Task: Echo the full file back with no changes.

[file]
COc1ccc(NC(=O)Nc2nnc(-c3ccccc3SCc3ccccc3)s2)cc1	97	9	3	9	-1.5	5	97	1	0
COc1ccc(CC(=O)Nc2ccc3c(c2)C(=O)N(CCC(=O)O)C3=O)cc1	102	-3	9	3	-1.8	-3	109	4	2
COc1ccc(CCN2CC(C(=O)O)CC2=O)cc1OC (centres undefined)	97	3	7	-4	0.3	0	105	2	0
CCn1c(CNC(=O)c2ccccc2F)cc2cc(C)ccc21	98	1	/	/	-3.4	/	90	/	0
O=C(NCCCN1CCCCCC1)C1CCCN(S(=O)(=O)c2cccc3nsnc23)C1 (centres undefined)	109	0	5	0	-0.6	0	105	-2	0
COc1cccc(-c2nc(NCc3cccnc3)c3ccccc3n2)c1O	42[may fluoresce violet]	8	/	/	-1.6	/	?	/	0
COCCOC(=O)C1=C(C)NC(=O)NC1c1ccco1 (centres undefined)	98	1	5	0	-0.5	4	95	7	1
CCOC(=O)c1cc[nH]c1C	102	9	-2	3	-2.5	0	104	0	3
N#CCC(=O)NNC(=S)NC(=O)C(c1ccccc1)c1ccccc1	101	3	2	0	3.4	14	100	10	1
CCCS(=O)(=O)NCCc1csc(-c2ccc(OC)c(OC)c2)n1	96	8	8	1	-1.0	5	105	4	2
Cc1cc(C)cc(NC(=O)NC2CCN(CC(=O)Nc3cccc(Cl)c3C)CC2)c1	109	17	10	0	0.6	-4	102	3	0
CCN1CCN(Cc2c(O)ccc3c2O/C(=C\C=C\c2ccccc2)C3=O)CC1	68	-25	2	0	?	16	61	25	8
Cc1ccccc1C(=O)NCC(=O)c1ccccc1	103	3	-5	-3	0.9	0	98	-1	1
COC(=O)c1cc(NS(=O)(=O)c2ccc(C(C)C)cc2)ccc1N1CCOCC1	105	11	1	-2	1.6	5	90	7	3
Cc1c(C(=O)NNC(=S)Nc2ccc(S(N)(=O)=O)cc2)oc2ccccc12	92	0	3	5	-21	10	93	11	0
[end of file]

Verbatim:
COc1ccc(NC(=O)Nc2nnc(-c3ccccc3SCc3ccccc3)s2)cc1	97	9	3	9	-1.5	5	97	1	0
COc1ccc(CC(=O)Nc2ccc3c(c2)C(=O)N(CCC(=O)O)C3=O)cc1	102	-3	9	3	-1.8	-3	109	4	2
COc1ccc(CCN2CC(C(=O)O)CC2=O)cc1OC (centres undefined)	97	3	7	-4	0.3	0	105	2	0
CCn1c(CNC(=O)c2ccccc2F)cc2cc(C)ccc21	98	1	/	/	-3.4	/	90	/	0
O=C(NCCCN1CCCCCC1)C1CCCN(S(=O)(=O)c2cccc3nsnc23)C1 (centres undefined)	109	0	5	0	-0.6	0	105	-2	0
COc1cccc(-c2nc(NCc3cccnc3)c3ccccc3n2)c1O	42[may fluoresce violet]	8	/	/	-1.6	/	?	/	0
COCCOC(=O)C1=C(C)NC(=O)NC1c1ccco1 (centres undefined)	98	1	5	0	-0.5	4	95	7	1
CCOC(=O)c1cc[nH]c1C	102	9	-2	3	-2.5	0	104	0	3
N#CCC(=O)NNC(=S)NC(=O)C(c1ccccc1)c1ccccc1	101	3	2	0	3.4	14	100	10	1
CCCS(=O)(=O)NCCc1csc(-c2ccc(OC)c(OC)c2)n1	96	8	8	1	-1.0	5	105	4	2
Cc1cc(C)cc(NC(=O)NC2CCN(CC(=O)Nc3cccc(Cl)c3C)CC2)c1	109	17	10	0	0.6	-4	102	3	0
CCN1CCN(Cc2c(O)ccc3c2O/C(=C\C=C\c2ccccc2)C3=O)CC1	68	-25	2	0	?	16	61	25	8
Cc1ccccc1C(=O)NCC(=O)c1ccccc1	103	3	-5	-3	0.9	0	98	-1	1
COC(=O)c1cc(NS(=O)(=O)c2ccc(C(C)C)cc2)ccc1N1CCOCC1	105	11	1	-2	1.6	5	90	7	3
Cc1c(C(=O)NNC(=S)Nc2ccc(S(N)(=O)=O)cc2)oc2ccccc12	92	0	3	5	-21	10	93	11	0